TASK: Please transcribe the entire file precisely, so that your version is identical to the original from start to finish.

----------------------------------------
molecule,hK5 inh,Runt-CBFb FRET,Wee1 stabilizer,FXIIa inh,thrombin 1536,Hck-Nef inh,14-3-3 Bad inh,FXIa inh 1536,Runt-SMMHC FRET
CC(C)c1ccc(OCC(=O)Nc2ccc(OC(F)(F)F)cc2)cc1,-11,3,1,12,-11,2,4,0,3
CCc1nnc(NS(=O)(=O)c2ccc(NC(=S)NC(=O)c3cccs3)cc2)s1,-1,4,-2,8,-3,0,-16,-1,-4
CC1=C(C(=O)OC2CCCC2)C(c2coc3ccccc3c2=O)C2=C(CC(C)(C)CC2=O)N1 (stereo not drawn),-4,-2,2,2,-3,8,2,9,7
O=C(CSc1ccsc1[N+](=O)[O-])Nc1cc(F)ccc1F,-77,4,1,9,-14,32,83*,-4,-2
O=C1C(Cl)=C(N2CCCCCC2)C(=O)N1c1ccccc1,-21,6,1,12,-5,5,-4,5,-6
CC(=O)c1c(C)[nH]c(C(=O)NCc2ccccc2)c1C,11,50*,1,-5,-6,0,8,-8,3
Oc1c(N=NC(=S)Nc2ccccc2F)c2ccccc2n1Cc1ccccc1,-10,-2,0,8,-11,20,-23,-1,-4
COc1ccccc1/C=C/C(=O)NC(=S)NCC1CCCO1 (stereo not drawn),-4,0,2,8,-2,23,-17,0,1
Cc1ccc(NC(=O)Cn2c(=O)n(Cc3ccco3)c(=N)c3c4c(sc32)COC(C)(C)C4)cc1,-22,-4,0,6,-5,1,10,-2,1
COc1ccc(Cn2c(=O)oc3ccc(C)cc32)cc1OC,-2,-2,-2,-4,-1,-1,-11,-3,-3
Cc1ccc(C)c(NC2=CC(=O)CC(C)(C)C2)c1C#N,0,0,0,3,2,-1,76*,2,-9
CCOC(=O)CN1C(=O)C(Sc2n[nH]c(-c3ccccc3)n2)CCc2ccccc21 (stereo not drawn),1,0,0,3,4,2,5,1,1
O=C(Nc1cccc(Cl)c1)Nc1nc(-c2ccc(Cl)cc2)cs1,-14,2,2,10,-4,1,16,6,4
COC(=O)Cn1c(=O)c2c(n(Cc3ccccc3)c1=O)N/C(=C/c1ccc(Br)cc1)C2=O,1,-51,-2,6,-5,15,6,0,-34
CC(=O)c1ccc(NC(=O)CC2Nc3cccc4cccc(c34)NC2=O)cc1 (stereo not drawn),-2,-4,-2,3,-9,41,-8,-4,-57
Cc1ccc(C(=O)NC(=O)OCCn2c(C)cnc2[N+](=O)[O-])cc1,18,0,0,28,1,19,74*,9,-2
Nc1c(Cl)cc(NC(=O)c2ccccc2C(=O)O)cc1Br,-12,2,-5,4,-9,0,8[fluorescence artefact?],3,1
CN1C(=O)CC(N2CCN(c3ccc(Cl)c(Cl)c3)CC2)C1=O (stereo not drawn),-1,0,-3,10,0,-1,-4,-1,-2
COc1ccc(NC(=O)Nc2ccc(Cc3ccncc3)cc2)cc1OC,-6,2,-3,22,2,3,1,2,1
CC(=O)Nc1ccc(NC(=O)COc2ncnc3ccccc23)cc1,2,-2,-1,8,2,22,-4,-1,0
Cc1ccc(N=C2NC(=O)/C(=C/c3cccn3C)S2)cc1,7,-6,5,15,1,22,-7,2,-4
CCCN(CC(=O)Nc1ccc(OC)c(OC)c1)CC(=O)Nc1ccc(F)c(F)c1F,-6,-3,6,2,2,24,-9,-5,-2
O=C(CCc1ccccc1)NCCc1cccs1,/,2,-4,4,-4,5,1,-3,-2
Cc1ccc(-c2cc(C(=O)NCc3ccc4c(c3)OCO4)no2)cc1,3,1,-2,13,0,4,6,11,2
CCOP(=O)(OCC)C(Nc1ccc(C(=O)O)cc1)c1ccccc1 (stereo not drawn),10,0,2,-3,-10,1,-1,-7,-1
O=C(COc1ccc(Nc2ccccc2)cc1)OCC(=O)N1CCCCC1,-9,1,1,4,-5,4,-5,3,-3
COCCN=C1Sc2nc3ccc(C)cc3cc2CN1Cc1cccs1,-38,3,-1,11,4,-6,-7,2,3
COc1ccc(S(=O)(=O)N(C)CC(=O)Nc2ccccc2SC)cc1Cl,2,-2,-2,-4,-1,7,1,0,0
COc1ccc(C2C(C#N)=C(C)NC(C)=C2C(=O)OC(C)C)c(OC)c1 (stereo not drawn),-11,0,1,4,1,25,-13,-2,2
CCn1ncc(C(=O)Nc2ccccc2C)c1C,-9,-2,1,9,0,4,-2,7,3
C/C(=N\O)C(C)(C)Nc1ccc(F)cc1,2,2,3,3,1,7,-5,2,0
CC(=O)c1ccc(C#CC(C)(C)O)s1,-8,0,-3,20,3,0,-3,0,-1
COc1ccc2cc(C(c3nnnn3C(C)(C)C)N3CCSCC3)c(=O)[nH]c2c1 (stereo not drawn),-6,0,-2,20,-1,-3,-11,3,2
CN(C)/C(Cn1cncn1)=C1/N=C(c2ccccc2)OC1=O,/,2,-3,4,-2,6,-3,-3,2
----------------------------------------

molecule,hK5 inh,Runt-CBFb FRET,Wee1 stabilizer,FXIIa inh,thrombin 1536,Hck-Nef inh,14-3-3 Bad inh,FXIa inh 1536,Runt-SMMHC FRET
CC(C)c1ccc(OCC(=O)Nc2ccc(OC(F)(F)F)cc2)cc1,-11,3,1,12,-11,2,4,0,3
CCc1nnc(NS(=O)(=O)c2ccc(NC(=S)NC(=O)c3cccs3)cc2)s1,-1,4,-2,8,-3,0,-16,-1,-4
CC1=C(C(=O)OC2CCCC2)C(c2coc3ccccc3c2=O)C2=C(CC(C)(C)CC2=O)N1 (stereo not drawn),-4,-2,2,2,-3,8,2,9,7
O=C(CSc1ccsc1[N+](=O)[O-])Nc1cc(F)ccc1F,-77,4,1,9,-14,32,83*,-4,-2
O=C1C(Cl)=C(N2CCCCCC2)C(=O)N1c1ccccc1,-21,6,1,12,-5,5,-4,5,-6
CC(=O)c1c(C)[nH]c(C(=O)NCc2ccccc2)c1C,11,50*,1,-5,-6,0,8,-8,3
Oc1c(N=NC(=S)Nc2ccccc2F)c2ccccc2n1Cc1ccccc1,-10,-2,0,8,-11,20,-23,-1,-4
COc1ccccc1/C=C/C(=O)NC(=S)NCC1CCCO1 (stereo not drawn),-4,0,2,8,-2,23,-17,0,1
Cc1ccc(NC(=O)Cn2c(=O)n(Cc3ccco3)c(=N)c3c4c(sc32)COC(C)(C)C4)cc1,-22,-4,0,6,-5,1,10,-2,1
COc1ccc(Cn2c(=O)oc3ccc(C)cc32)cc1OC,-2,-2,-2,-4,-1,-1,-11,-3,-3
Cc1ccc(C)c(NC2=CC(=O)CC(C)(C)C2)c1C#N,0,0,0,3,2,-1,76*,2,-9
CCOC(=O)CN1C(=O)C(Sc2n[nH]c(-c3ccccc3)n2)CCc2ccccc21 (stereo not drawn),1,0,0,3,4,2,5,1,1
O=C(Nc1cccc(Cl)c1)Nc1nc(-c2ccc(Cl)cc2)cs1,-14,2,2,10,-4,1,16,6,4
COC(=O)Cn1c(=O)c2c(n(Cc3ccccc3)c1=O)N/C(=C/c1ccc(Br)cc1)C2=O,1,-51,-2,6,-5,15,6,0,-34
CC(=O)c1ccc(NC(=O)CC2Nc3cccc4cccc(c34)NC2=O)cc1 (stereo not drawn),-2,-4,-2,3,-9,41,-8,-4,-57
Cc1ccc(C(=O)NC(=O)OCCn2c(C)cnc2[N+](=O)[O-])cc1,18,0,0,28,1,19,74*,9,-2
Nc1c(Cl)cc(NC(=O)c2ccccc2C(=O)O)cc1Br,-12,2,-5,4,-9,0,8[fluorescence artefact?],3,1
CN1C(=O)CC(N2CCN(c3ccc(Cl)c(Cl)c3)CC2)C1=O (stereo not drawn),-1,0,-3,10,0,-1,-4,-1,-2
COc1ccc(NC(=O)Nc2ccc(Cc3ccncc3)cc2)cc1OC,-6,2,-3,22,2,3,1,2,1
CC(=O)Nc1ccc(NC(=O)COc2ncnc3ccccc23)cc1,2,-2,-1,8,2,22,-4,-1,0
Cc1ccc(N=C2NC(=O)/C(=C/c3cccn3C)S2)cc1,7,-6,5,15,1,22,-7,2,-4
CCCN(CC(=O)Nc1ccc(OC)c(OC)c1)CC(=O)Nc1ccc(F)c(F)c1F,-6,-3,6,2,2,24,-9,-5,-2
O=C(CCc1ccccc1)NCCc1cccs1,/,2,-4,4,-4,5,1,-3,-2
Cc1ccc(-c2cc(C(=O)NCc3ccc4c(c3)OCO4)no2)cc1,3,1,-2,13,0,4,6,11,2
CCOP(=O)(OCC)C(Nc1ccc(C(=O)O)cc1)c1ccccc1 (stereo not drawn),10,0,2,-3,-10,1,-1,-7,-1
O=C(COc1ccc(Nc2ccccc2)cc1)OCC(=O)N1CCCCC1,-9,1,1,4,-5,4,-5,3,-3
COCCN=C1Sc2nc3ccc(C)cc3cc2CN1Cc1cccs1,-38,3,-1,11,4,-6,-7,2,3
COc1ccc(S(=O)(=O)N(C)CC(=O)Nc2ccccc2SC)cc1Cl,2,-2,-2,-4,-1,7,1,0,0
COc1ccc(C2C(C#N)=C(C)NC(C)=C2C(=O)OC(C)C)c(OC)c1 (stereo not drawn),-11,0,1,4,1,25,-13,-2,2
CCn1ncc(C(=O)Nc2ccccc2C)c1C,-9,-2,1,9,0,4,-2,7,3
C/C(=N\O)C(C)(C)Nc1ccc(F)cc1,2,2,3,3,1,7,-5,2,0
CC(=O)c1ccc(C#CC(C)(C)O)s1,-8,0,-3,20,3,0,-3,0,-1
COc1ccc2cc(C(c3nnnn3C(C)(C)C)N3CCSCC3)c(=O)[nH]c2c1 (stereo not drawn),-6,0,-2,20,-1,-3,-11,3,2
CN(C)/C(Cn1cncn1)=C1/N=C(c2ccccc2)OC1=O,/,2,-3,4,-2,6,-3,-3,2